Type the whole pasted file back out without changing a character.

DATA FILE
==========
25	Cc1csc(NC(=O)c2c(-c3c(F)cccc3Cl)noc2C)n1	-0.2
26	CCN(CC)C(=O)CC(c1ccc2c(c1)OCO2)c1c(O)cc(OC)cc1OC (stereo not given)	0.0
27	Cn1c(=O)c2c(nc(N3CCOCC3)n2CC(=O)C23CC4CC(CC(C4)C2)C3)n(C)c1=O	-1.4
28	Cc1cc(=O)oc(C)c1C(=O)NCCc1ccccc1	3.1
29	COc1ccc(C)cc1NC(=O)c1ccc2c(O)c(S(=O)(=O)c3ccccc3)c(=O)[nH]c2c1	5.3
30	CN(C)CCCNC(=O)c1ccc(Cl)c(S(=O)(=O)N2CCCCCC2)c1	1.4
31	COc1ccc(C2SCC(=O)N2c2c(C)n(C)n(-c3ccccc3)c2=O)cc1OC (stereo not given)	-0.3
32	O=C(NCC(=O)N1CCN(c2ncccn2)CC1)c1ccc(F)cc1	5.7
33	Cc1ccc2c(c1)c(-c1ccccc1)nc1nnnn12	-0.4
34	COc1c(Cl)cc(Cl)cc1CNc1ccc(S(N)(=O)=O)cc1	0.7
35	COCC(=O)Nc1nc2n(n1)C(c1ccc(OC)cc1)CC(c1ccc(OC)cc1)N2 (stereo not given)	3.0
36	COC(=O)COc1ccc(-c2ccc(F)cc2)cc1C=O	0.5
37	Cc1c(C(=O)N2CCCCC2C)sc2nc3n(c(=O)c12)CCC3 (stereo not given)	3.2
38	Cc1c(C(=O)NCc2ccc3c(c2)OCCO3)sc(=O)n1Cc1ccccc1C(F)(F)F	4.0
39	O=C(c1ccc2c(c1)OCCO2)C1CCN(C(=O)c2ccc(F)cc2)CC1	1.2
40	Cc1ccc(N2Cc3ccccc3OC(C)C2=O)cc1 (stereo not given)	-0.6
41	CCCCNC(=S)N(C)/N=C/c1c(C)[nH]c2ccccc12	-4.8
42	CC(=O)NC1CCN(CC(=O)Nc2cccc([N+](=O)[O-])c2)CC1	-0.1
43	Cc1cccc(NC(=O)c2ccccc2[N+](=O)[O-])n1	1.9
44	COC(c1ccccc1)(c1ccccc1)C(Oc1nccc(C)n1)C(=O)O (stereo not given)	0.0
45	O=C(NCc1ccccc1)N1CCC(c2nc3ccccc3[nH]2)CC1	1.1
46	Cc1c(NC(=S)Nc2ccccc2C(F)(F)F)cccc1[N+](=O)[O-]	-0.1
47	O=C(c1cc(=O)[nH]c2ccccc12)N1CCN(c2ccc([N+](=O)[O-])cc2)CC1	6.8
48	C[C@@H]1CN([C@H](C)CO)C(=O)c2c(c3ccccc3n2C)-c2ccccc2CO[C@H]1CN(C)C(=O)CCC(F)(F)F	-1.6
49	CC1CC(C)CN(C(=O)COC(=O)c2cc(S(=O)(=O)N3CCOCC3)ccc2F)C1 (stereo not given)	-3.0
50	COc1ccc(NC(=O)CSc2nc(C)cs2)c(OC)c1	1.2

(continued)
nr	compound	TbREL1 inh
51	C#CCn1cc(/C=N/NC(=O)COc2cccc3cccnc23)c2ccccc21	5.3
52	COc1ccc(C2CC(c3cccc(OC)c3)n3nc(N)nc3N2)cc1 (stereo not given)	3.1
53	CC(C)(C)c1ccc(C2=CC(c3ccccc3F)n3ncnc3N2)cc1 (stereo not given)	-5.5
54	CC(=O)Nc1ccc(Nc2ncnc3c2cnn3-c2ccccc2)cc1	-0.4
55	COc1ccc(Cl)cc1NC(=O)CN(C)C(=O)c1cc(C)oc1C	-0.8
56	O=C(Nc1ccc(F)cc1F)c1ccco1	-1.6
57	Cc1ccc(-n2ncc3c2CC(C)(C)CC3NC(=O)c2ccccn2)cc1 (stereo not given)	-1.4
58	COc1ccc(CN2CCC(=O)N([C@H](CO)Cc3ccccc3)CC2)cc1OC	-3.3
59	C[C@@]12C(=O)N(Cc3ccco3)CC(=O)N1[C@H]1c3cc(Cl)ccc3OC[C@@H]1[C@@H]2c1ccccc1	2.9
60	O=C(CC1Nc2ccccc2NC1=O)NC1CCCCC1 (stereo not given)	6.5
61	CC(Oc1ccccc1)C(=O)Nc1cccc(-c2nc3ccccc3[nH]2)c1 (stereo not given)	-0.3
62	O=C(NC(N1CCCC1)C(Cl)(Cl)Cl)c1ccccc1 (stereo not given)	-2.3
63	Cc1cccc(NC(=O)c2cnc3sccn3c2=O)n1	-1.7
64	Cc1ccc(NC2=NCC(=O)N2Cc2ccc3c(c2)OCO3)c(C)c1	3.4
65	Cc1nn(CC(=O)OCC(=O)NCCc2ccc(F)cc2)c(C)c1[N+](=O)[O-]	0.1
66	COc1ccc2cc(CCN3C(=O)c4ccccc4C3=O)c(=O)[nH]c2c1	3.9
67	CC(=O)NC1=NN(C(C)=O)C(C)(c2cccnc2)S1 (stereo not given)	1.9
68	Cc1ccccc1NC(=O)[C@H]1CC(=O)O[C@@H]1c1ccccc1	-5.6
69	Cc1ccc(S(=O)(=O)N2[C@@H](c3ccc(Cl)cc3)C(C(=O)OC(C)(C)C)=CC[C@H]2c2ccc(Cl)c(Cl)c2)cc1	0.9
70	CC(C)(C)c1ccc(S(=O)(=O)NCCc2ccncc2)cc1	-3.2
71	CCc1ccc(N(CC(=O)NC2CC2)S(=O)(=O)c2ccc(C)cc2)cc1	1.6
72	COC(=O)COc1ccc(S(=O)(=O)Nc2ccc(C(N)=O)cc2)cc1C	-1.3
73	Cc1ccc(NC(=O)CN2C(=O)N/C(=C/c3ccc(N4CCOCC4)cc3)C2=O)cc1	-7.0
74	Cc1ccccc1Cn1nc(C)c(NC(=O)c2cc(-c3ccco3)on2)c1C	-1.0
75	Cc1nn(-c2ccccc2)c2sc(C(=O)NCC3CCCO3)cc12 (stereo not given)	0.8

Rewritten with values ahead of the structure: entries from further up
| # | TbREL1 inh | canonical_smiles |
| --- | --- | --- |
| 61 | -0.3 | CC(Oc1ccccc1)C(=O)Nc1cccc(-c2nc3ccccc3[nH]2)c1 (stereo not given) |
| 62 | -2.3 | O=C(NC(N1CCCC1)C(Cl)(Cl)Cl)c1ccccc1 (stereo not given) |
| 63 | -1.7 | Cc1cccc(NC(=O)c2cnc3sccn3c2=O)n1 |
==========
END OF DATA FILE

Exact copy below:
25	Cc1csc(NC(=O)c2c(-c3c(F)cccc3Cl)noc2C)n1	-0.2
26	CCN(CC)C(=O)CC(c1ccc2c(c1)OCO2)c1c(O)cc(OC)cc1OC (stereo not given)	0.0
27	Cn1c(=O)c2c(nc(N3CCOCC3)n2CC(=O)C23CC4CC(CC(C4)C2)C3)n(C)c1=O	-1.4
28	Cc1cc(=O)oc(C)c1C(=O)NCCc1ccccc1	3.1
29	COc1ccc(C)cc1NC(=O)c1ccc2c(O)c(S(=O)(=O)c3ccccc3)c(=O)[nH]c2c1	5.3
30	CN(C)CCCNC(=O)c1ccc(Cl)c(S(=O)(=O)N2CCCCCC2)c1	1.4
31	COc1ccc(C2SCC(=O)N2c2c(C)n(C)n(-c3ccccc3)c2=O)cc1OC (stereo not given)	-0.3
32	O=C(NCC(=O)N1CCN(c2ncccn2)CC1)c1ccc(F)cc1	5.7
33	Cc1ccc2c(c1)c(-c1ccccc1)nc1nnnn12	-0.4
34	COc1c(Cl)cc(Cl)cc1CNc1ccc(S(N)(=O)=O)cc1	0.7
35	COCC(=O)Nc1nc2n(n1)C(c1ccc(OC)cc1)CC(c1ccc(OC)cc1)N2 (stereo not given)	3.0
36	COC(=O)COc1ccc(-c2ccc(F)cc2)cc1C=O	0.5
37	Cc1c(C(=O)N2CCCCC2C)sc2nc3n(c(=O)c12)CCC3 (stereo not given)	3.2
38	Cc1c(C(=O)NCc2ccc3c(c2)OCCO3)sc(=O)n1Cc1ccccc1C(F)(F)F	4.0
39	O=C(c1ccc2c(c1)OCCO2)C1CCN(C(=O)c2ccc(F)cc2)CC1	1.2
40	Cc1ccc(N2Cc3ccccc3OC(C)C2=O)cc1 (stereo not given)	-0.6
41	CCCCNC(=S)N(C)/N=C/c1c(C)[nH]c2ccccc12	-4.8
42	CC(=O)NC1CCN(CC(=O)Nc2cccc([N+](=O)[O-])c2)CC1	-0.1
43	Cc1cccc(NC(=O)c2ccccc2[N+](=O)[O-])n1	1.9
44	COC(c1ccccc1)(c1ccccc1)C(Oc1nccc(C)n1)C(=O)O (stereo not given)	0.0
45	O=C(NCc1ccccc1)N1CCC(c2nc3ccccc3[nH]2)CC1	1.1
46	Cc1c(NC(=S)Nc2ccccc2C(F)(F)F)cccc1[N+](=O)[O-]	-0.1
47	O=C(c1cc(=O)[nH]c2ccccc12)N1CCN(c2ccc([N+](=O)[O-])cc2)CC1	6.8
48	C[C@@H]1CN([C@H](C)CO)C(=O)c2c(c3ccccc3n2C)-c2ccccc2CO[C@H]1CN(C)C(=O)CCC(F)(F)F	-1.6
49	CC1CC(C)CN(C(=O)COC(=O)c2cc(S(=O)(=O)N3CCOCC3)ccc2F)C1 (stereo not given)	-3.0
50	COc1ccc(NC(=O)CSc2nc(C)cs2)c(OC)c1	1.2

(continued)
nr	compound	TbREL1 inh
51	C#CCn1cc(/C=N/NC(=O)COc2cccc3cccnc23)c2ccccc21	5.3
52	COc1ccc(C2CC(c3cccc(OC)c3)n3nc(N)nc3N2)cc1 (stereo not given)	3.1
53	CC(C)(C)c1ccc(C2=CC(c3ccccc3F)n3ncnc3N2)cc1 (stereo not given)	-5.5
54	CC(=O)Nc1ccc(Nc2ncnc3c2cnn3-c2ccccc2)cc1	-0.4
55	COc1ccc(Cl)cc1NC(=O)CN(C)C(=O)c1cc(C)oc1C	-0.8
56	O=C(Nc1ccc(F)cc1F)c1ccco1	-1.6
57	Cc1ccc(-n2ncc3c2CC(C)(C)CC3NC(=O)c2ccccn2)cc1 (stereo not given)	-1.4
58	COc1ccc(CN2CCC(=O)N([C@H](CO)Cc3ccccc3)CC2)cc1OC	-3.3
59	C[C@@]12C(=O)N(Cc3ccco3)CC(=O)N1[C@H]1c3cc(Cl)ccc3OC[C@@H]1[C@@H]2c1ccccc1	2.9
60	O=C(CC1Nc2ccccc2NC1=O)NC1CCCCC1 (stereo not given)	6.5
61	CC(Oc1ccccc1)C(=O)Nc1cccc(-c2nc3ccccc3[nH]2)c1 (stereo not given)	-0.3
62	O=C(NC(N1CCCC1)C(Cl)(Cl)Cl)c1ccccc1 (stereo not given)	-2.3
63	Cc1cccc(NC(=O)c2cnc3sccn3c2=O)n1	-1.7
64	Cc1ccc(NC2=NCC(=O)N2Cc2ccc3c(c2)OCO3)c(C)c1	3.4
65	Cc1nn(CC(=O)OCC(=O)NCCc2ccc(F)cc2)c(C)c1[N+](=O)[O-]	0.1
66	COc1ccc2cc(CCN3C(=O)c4ccccc4C3=O)c(=O)[nH]c2c1	3.9
67	CC(=O)NC1=NN(C(C)=O)C(C)(c2cccnc2)S1 (stereo not given)	1.9
68	Cc1ccccc1NC(=O)[C@H]1CC(=O)O[C@@H]1c1ccccc1	-5.6
69	Cc1ccc(S(=O)(=O)N2[C@@H](c3ccc(Cl)cc3)C(C(=O)OC(C)(C)C)=CC[C@H]2c2ccc(Cl)c(Cl)c2)cc1	0.9
70	CC(C)(C)c1ccc(S(=O)(=O)NCCc2ccncc2)cc1	-3.2
71	CCc1ccc(N(CC(=O)NC2CC2)S(=O)(=O)c2ccc(C)cc2)cc1	1.6
72	COC(=O)COc1ccc(S(=O)(=O)Nc2ccc(C(N)=O)cc2)cc1C	-1.3
73	Cc1ccc(NC(=O)CN2C(=O)N/C(=C/c3ccc(N4CCOCC4)cc3)C2=O)cc1	-7.0
74	Cc1ccccc1Cn1nc(C)c(NC(=O)c2cc(-c3ccco3)on2)c1C	-1.0
75	Cc1nn(-c2ccccc2)c2sc(C(=O)NCC3CCCO3)cc12 (stereo not given)	0.8

Rewritten with values ahead of the structure: entries from further up
| # | TbREL1 inh | canonical_smiles |
| --- | --- | --- |
| 61 | -0.3 | CC(Oc1ccccc1)C(=O)Nc1cccc(-c2nc3ccccc3[nH]2)c1 (stereo not given) |
| 62 | -2.3 | O=C(NC(N1CCCC1)C(Cl)(Cl)Cl)c1ccccc1 (stereo not given) |
| 63 | -1.7 | Cc1cccc(NC(=O)c2cnc3sccn3c2=O)n1 |